Consequently, in light of Section 6 of the General Clauses Act read with Section 25 of the 2015 Act, an Accused cannot be denied his right to be treated as a juvenile when he was less than eighteen years of age at the time of commission of the offence, a right which he acquired and has fructified under the 2000 Act, even if the offence was committed prior to enforcement of the 2000 Act on 01.04.2001. In terms of Section 25 of the 2015 Act, 2000 Act would continue to apply and govern the proceedings which were pending when the 2015 Act was enforced. (In the present case, we are not required to examine and decide the question whether 2000 Act or the 2015 Act would apply when the offence was committed before the enactment of the 2015 Act but the charge-sheet was filed after enactment of the 2015 Act.

 IN THE SUPREME COURT OF INDIA

Criminal Appeal No. 860 of 2019

Decided On: 07.10.2020

 Satya Deo  Vs.  State of Uttar Pradesh

Hon'ble Judges/Coram:

S. Abdul Nazeer and Sanjiv Khanna, JJ.

Citation: MANU/SC/0740/2020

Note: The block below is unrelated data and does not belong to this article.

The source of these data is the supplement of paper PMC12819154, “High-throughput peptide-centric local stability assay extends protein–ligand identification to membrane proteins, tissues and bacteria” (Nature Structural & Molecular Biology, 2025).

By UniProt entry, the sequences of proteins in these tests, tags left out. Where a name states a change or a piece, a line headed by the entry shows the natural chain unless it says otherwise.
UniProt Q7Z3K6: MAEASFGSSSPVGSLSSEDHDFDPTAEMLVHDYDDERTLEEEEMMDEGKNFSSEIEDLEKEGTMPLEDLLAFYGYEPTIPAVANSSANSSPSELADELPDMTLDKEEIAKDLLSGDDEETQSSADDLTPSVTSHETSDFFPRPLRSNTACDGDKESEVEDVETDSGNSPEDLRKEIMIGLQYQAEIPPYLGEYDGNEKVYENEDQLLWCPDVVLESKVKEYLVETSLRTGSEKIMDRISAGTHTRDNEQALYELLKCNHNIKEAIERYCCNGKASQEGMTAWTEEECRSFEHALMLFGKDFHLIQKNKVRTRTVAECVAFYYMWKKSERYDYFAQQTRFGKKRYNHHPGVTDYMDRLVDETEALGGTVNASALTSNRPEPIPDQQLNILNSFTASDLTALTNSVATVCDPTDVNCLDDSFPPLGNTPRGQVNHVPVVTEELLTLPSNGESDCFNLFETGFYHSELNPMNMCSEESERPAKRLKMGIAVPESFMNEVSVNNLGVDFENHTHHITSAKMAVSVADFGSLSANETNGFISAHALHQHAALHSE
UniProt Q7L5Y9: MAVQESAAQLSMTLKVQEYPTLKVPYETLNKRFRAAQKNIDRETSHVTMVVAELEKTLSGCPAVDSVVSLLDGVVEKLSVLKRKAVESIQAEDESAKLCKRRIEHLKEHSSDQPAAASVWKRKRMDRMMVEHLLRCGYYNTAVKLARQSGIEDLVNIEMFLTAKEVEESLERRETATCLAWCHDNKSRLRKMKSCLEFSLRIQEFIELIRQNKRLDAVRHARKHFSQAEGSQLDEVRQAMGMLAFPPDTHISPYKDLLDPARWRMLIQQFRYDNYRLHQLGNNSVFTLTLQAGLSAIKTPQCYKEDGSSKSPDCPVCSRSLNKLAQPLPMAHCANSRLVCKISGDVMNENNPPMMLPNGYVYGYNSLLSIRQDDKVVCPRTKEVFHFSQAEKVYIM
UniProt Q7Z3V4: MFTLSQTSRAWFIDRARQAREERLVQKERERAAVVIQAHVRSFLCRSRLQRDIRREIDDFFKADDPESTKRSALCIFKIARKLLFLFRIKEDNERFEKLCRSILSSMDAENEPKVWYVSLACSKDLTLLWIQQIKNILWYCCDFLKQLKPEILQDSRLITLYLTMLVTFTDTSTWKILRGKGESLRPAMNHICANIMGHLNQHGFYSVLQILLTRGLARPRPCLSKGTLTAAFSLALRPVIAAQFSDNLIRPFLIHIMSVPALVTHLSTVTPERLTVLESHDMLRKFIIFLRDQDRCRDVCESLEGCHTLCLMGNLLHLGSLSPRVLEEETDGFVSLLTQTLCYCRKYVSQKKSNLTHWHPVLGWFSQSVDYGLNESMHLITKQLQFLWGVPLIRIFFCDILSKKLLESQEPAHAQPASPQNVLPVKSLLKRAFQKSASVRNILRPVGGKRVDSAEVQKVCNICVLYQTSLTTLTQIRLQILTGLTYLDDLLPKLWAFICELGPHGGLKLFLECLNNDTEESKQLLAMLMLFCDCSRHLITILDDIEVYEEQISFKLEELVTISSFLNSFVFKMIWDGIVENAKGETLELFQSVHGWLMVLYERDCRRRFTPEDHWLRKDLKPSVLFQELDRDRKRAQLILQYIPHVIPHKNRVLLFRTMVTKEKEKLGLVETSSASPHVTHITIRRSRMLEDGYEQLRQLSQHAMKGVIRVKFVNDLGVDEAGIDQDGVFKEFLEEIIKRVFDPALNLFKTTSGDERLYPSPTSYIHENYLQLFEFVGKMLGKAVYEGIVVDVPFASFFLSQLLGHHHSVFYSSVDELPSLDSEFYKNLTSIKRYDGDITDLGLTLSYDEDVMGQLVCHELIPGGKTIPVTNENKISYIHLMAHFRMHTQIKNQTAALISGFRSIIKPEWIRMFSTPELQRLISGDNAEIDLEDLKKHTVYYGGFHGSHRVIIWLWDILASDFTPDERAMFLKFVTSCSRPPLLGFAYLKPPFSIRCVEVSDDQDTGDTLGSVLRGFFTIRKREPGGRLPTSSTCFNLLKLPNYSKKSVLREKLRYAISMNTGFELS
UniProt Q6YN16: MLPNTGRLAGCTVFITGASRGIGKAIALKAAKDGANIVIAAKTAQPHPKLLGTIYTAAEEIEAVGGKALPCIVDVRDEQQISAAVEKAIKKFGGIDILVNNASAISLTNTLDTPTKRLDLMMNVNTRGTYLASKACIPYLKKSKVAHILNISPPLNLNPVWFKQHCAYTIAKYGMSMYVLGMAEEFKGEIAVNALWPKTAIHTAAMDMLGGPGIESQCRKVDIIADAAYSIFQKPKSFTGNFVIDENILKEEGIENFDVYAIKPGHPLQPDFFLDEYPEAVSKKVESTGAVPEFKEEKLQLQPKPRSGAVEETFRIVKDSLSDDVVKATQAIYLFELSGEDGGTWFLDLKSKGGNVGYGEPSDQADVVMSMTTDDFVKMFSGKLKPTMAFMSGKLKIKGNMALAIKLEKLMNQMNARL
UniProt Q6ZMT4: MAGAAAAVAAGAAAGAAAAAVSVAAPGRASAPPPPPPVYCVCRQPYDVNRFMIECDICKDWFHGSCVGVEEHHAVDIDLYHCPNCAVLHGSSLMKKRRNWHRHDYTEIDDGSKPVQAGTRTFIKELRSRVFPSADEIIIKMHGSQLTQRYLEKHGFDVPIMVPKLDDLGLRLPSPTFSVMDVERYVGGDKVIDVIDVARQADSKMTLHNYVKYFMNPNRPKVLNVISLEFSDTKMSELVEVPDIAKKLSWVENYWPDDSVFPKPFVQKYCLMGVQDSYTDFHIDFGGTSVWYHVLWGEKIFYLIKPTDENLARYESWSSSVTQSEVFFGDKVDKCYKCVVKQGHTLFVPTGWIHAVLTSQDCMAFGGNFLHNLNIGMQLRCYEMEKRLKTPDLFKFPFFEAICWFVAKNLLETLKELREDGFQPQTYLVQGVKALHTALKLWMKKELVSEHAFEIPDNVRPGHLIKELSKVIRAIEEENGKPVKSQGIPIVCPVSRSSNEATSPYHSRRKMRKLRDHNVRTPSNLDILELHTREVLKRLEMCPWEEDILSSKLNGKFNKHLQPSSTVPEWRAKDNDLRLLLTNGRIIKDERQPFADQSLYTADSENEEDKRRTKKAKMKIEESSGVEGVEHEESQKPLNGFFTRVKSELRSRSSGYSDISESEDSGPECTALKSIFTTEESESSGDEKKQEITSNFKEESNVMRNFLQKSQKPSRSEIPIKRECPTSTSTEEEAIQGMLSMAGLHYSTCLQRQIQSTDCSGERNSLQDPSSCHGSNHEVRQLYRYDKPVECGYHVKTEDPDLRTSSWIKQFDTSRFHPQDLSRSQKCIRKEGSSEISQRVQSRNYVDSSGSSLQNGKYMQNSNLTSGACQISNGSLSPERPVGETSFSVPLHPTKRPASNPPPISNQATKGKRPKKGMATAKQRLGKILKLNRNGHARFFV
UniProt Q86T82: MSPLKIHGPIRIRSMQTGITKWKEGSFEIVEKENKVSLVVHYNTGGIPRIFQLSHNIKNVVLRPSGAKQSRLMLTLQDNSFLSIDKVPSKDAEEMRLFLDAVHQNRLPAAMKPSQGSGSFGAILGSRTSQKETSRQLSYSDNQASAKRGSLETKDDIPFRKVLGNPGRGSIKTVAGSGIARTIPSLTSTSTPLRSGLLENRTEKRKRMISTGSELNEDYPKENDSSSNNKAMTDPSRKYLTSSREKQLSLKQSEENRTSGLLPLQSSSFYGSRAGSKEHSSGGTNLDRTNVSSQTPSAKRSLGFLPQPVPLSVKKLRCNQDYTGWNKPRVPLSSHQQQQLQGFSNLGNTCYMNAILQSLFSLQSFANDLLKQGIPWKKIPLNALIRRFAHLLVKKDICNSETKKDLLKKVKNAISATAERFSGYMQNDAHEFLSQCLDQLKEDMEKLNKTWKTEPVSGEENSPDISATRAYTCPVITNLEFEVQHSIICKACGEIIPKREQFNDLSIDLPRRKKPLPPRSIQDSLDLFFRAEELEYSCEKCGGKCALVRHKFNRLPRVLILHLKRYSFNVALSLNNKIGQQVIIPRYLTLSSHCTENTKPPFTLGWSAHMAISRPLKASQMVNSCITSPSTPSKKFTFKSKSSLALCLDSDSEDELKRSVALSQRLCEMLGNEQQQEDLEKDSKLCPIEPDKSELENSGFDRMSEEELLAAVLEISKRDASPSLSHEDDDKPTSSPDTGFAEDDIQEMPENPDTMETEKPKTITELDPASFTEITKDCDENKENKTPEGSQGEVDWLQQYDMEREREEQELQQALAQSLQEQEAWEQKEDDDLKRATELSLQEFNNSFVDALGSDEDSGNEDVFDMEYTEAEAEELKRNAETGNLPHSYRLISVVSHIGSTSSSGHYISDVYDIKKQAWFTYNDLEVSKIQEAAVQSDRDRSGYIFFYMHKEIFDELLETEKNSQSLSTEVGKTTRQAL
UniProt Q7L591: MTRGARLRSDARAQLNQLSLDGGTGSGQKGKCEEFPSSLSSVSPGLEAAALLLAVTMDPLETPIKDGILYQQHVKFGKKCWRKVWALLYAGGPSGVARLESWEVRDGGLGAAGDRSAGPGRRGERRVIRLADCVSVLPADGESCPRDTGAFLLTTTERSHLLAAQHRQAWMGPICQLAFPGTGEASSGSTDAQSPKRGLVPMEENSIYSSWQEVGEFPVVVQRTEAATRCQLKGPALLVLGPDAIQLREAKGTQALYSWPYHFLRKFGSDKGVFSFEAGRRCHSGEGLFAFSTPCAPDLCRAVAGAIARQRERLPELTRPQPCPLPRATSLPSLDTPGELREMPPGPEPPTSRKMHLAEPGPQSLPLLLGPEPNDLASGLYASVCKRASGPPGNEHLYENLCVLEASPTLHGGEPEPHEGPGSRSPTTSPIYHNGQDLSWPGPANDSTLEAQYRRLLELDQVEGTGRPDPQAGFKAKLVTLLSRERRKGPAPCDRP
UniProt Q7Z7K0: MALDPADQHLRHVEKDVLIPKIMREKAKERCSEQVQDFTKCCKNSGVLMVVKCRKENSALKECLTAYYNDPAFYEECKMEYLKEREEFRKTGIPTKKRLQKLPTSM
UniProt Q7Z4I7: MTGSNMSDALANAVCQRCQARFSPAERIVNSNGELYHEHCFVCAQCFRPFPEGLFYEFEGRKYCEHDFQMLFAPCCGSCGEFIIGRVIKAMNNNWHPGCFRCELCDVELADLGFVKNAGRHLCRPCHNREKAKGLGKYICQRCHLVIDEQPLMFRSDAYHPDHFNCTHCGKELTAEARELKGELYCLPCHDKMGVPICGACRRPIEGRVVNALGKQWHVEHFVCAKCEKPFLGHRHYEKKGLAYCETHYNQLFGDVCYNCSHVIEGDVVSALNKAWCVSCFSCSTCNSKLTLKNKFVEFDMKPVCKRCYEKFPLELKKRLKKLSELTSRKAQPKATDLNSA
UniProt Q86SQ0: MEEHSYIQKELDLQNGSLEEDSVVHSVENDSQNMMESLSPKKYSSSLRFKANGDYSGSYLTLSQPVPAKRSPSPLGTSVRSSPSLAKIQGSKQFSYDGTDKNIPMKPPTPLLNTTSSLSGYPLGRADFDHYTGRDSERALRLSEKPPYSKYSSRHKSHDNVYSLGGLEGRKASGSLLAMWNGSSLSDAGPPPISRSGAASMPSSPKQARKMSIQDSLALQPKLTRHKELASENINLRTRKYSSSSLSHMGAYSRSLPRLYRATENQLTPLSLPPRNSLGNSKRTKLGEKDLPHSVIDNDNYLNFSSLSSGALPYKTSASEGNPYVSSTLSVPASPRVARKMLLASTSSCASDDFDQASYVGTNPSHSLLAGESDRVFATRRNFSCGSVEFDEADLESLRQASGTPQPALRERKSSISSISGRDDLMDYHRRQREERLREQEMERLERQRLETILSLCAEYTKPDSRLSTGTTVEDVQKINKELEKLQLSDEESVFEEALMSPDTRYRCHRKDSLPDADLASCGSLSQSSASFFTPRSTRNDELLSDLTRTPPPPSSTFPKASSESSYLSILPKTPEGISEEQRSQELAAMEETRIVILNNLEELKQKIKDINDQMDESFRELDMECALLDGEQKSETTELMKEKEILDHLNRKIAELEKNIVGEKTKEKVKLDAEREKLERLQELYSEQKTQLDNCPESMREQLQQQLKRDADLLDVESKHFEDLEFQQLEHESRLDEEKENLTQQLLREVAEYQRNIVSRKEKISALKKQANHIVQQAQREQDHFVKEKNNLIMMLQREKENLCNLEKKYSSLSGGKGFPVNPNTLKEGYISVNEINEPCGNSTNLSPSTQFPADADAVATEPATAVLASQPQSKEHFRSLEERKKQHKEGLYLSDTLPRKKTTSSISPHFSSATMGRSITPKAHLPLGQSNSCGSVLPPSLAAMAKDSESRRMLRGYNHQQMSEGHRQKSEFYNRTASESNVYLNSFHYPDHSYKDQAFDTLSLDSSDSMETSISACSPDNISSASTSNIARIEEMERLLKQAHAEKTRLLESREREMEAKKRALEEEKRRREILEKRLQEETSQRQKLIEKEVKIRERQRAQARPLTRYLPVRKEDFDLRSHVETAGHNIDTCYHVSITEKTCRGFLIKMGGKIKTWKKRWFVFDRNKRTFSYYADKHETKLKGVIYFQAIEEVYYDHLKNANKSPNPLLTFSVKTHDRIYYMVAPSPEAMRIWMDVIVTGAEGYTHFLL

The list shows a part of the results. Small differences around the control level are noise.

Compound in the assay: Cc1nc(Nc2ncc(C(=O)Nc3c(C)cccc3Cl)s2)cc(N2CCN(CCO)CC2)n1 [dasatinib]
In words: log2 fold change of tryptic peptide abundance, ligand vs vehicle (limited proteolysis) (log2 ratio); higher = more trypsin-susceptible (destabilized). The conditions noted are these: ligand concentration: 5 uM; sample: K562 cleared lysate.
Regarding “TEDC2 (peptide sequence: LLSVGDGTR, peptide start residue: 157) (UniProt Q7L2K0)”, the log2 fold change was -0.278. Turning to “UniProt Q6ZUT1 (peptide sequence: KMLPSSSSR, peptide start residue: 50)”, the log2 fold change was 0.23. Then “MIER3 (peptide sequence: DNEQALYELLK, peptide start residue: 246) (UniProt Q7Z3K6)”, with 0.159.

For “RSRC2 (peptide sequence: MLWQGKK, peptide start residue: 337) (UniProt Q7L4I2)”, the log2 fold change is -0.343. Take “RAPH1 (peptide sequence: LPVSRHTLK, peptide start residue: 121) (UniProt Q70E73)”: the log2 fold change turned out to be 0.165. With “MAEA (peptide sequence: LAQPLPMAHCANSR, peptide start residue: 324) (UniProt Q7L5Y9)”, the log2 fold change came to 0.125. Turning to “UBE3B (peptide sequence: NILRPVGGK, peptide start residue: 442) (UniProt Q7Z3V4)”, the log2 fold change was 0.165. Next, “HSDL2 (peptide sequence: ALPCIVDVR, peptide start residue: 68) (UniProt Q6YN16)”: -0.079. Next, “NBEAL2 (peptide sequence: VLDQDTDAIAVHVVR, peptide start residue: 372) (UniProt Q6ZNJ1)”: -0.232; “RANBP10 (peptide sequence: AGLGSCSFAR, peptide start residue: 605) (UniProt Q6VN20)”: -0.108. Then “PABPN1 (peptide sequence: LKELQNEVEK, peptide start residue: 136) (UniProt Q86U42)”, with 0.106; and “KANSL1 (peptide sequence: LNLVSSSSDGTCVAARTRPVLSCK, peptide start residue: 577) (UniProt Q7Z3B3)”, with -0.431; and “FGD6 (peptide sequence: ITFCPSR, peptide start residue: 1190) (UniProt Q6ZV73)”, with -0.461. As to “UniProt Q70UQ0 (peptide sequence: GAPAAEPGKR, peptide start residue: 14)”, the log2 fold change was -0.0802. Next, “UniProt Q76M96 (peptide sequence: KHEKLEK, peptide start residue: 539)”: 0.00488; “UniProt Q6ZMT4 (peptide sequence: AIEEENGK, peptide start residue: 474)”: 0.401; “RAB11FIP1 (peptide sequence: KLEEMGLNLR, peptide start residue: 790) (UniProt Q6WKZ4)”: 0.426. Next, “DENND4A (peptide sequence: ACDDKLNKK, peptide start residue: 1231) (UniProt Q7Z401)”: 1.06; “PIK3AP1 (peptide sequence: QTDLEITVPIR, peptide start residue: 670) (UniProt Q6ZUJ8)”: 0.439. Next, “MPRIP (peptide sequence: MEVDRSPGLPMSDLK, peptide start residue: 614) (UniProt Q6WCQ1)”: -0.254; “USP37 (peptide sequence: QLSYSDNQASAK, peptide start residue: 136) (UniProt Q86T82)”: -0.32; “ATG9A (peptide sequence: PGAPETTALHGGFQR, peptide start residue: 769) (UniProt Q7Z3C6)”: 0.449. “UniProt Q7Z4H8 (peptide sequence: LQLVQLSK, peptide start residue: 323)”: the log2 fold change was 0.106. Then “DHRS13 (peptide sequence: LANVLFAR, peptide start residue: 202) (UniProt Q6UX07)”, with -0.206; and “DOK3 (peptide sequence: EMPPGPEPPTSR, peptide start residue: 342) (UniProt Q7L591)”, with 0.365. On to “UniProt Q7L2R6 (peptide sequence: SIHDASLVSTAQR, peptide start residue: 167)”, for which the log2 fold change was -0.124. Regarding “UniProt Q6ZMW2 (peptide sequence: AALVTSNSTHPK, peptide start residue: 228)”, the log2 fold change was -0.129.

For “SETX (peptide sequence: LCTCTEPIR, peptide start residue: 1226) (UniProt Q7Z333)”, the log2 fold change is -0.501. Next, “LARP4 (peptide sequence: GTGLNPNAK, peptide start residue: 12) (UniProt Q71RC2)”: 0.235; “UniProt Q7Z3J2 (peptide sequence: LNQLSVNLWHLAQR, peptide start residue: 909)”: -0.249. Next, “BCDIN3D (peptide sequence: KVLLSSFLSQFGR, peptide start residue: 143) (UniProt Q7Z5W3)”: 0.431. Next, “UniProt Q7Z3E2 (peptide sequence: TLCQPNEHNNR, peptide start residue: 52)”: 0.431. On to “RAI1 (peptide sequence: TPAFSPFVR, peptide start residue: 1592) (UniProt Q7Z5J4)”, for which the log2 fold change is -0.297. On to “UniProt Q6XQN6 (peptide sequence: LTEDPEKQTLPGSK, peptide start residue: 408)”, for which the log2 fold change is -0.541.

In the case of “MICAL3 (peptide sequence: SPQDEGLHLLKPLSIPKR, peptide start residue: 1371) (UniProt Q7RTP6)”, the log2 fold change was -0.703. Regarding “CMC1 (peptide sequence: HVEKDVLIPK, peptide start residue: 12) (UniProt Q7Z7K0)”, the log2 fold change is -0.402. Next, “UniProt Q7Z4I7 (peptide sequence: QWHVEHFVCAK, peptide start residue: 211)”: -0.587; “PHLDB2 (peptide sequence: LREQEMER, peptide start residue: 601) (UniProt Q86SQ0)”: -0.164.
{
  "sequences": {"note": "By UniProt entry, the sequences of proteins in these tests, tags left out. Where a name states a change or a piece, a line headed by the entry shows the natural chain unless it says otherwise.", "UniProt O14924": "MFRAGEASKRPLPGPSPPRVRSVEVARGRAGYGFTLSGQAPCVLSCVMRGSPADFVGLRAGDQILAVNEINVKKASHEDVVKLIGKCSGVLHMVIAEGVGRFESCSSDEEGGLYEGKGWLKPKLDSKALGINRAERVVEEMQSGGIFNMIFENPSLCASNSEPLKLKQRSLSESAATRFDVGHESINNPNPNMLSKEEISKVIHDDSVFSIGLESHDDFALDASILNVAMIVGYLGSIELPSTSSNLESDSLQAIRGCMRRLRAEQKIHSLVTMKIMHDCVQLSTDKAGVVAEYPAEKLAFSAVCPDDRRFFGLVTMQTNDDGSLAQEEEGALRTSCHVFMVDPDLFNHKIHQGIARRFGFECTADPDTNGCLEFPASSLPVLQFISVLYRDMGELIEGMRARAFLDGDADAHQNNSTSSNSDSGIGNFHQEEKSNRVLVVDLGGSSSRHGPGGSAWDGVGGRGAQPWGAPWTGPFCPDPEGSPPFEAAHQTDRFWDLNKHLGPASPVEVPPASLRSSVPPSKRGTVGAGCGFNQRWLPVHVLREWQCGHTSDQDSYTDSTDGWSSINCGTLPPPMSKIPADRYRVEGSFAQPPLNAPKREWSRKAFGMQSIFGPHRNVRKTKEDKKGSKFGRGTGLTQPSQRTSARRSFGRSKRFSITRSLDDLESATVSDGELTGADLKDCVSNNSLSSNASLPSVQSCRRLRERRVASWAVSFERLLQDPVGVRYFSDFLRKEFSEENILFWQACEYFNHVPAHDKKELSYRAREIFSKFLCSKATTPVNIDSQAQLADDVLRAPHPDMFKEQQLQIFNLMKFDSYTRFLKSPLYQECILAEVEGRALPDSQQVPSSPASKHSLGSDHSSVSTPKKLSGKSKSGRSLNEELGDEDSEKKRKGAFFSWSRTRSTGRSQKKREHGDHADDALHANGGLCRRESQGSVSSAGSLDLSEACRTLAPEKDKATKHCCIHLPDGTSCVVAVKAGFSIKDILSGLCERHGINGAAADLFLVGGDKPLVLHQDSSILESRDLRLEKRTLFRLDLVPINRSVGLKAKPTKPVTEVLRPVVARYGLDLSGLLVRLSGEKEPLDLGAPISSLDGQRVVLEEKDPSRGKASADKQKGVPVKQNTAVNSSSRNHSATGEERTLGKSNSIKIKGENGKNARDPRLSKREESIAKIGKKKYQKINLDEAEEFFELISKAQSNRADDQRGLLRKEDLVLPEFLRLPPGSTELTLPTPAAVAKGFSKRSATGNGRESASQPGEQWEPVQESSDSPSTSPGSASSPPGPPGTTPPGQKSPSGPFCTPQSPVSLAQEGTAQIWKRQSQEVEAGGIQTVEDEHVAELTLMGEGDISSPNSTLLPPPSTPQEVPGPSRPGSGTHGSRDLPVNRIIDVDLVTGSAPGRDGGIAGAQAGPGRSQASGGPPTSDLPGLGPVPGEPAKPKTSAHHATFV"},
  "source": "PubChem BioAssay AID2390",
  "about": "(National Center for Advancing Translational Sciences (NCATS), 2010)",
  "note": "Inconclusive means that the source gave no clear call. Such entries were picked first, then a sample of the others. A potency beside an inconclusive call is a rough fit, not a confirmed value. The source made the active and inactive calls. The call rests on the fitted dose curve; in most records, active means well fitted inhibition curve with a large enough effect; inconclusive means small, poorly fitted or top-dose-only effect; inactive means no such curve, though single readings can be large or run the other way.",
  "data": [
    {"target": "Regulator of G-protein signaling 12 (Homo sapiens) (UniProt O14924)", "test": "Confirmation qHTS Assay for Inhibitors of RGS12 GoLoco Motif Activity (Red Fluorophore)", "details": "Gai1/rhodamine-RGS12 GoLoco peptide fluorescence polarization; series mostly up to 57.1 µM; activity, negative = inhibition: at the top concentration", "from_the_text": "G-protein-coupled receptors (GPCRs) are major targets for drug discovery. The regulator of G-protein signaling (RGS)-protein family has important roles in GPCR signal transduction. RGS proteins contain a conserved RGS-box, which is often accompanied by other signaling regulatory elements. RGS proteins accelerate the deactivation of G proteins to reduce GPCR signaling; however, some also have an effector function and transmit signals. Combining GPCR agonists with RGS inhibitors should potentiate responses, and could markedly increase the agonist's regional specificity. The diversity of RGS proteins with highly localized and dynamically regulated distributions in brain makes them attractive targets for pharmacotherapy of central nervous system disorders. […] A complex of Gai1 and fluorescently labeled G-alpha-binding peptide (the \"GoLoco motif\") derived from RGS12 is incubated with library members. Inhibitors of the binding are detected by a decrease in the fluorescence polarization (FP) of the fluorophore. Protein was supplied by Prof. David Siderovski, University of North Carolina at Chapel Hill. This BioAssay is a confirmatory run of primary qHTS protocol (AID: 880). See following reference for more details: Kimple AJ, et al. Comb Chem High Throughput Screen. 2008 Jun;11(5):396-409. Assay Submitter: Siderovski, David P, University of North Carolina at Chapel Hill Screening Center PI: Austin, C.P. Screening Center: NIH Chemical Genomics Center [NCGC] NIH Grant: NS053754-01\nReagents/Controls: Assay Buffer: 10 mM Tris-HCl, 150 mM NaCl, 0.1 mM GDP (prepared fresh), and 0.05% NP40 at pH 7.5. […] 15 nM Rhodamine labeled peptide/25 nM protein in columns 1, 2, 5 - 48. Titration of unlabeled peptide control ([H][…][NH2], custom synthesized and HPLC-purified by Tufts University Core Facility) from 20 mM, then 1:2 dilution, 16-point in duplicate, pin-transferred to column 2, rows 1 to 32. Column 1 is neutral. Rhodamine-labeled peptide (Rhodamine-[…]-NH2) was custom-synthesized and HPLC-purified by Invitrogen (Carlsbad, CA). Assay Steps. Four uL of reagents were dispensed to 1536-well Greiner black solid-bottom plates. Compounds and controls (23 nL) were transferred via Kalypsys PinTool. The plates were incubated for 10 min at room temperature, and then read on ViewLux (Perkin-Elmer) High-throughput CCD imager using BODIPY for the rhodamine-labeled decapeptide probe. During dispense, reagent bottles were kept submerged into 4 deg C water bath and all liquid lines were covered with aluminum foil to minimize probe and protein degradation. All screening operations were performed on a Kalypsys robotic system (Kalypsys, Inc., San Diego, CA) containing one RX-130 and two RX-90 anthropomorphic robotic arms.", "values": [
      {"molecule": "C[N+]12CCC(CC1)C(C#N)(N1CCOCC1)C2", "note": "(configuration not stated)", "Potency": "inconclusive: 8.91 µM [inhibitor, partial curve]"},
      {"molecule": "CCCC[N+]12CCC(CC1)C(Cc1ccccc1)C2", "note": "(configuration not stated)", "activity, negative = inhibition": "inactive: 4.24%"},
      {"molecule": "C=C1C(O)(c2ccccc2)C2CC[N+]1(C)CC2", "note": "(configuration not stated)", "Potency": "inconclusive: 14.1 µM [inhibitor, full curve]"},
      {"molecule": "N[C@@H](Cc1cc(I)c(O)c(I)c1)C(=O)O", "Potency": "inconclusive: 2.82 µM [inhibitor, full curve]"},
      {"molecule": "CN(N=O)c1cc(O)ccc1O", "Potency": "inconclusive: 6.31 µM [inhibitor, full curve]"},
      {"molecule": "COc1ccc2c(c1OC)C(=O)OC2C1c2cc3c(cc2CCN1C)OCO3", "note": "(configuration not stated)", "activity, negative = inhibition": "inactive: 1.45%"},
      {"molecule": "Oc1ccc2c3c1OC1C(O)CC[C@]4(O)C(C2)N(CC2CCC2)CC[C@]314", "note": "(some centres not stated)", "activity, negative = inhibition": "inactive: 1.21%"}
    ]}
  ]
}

1. By the order dated 17.08.2018, the Special Leave Petition, challenging the judgment dated 20.4.2018 of the Lucknow Bench of the Allahabad High Court, filed by Keshav Ram and Ram Kuber was dismissed, albeit in the case of co-Accused Satya Deo@ Bhoorey notice was issued on the plea of juvenility. The impugned judgment had confirmed the conviction of Keshav Ram, Ram Kuber and Satya Deo by the trial court in FIR No. 156/1981 dated 11.12.1981 Police Station Gilaula, Distt. Bahraich, Uttar Pradesh for the offence Under Section 302 read with Section 34 of the Indian Penal Code, 1860 ('IPC for short) and the order of sentence directing them to undergo imprisonment for life.


2. By order dated 02.05.2019 leave was granted in the case of Satya Deo.


3. By order dated 22.11.2019 the trial court was directed to conduct an inquiry to ascertain if Satya Deo was a juvenile on the date of occurrence i.e. 11.12.1981, on the basis of material which would be placed on record.


4. Pursuant to the directions, the First Additional District and Sessions Judge, Bahraich, Uttar Pradesh has conducted an inquiry and submitted the report dated 06.03.2020. As per the report, the date of birth of Satya Deo is 15.4.1965. Accordingly, he was 16 years 7 months and 26 days of age on the date of commission of the offence i.e. 11.12.1981. The report relies on the Transfer Certificate (in original) issued by Ram Narayan Singh Inter College, Ramnagar Khajuri, Bahraich, and the Admission Register of Primary School, Pairi, which documents were proved by Sh. Krishn Deo, Clerk at Ram Narayan Singh Inter College, Ramnagar Khajuri, Bahraich, and Smt. Anupam Singh, in-charge head-mistress of Primary School, Pairi, respectively. Further, Satya Deo had appeared in class-10 examination vide Roll. No. 9020777, and his date of birth as recorded in the gazette relating to this examination is 15.04.1965.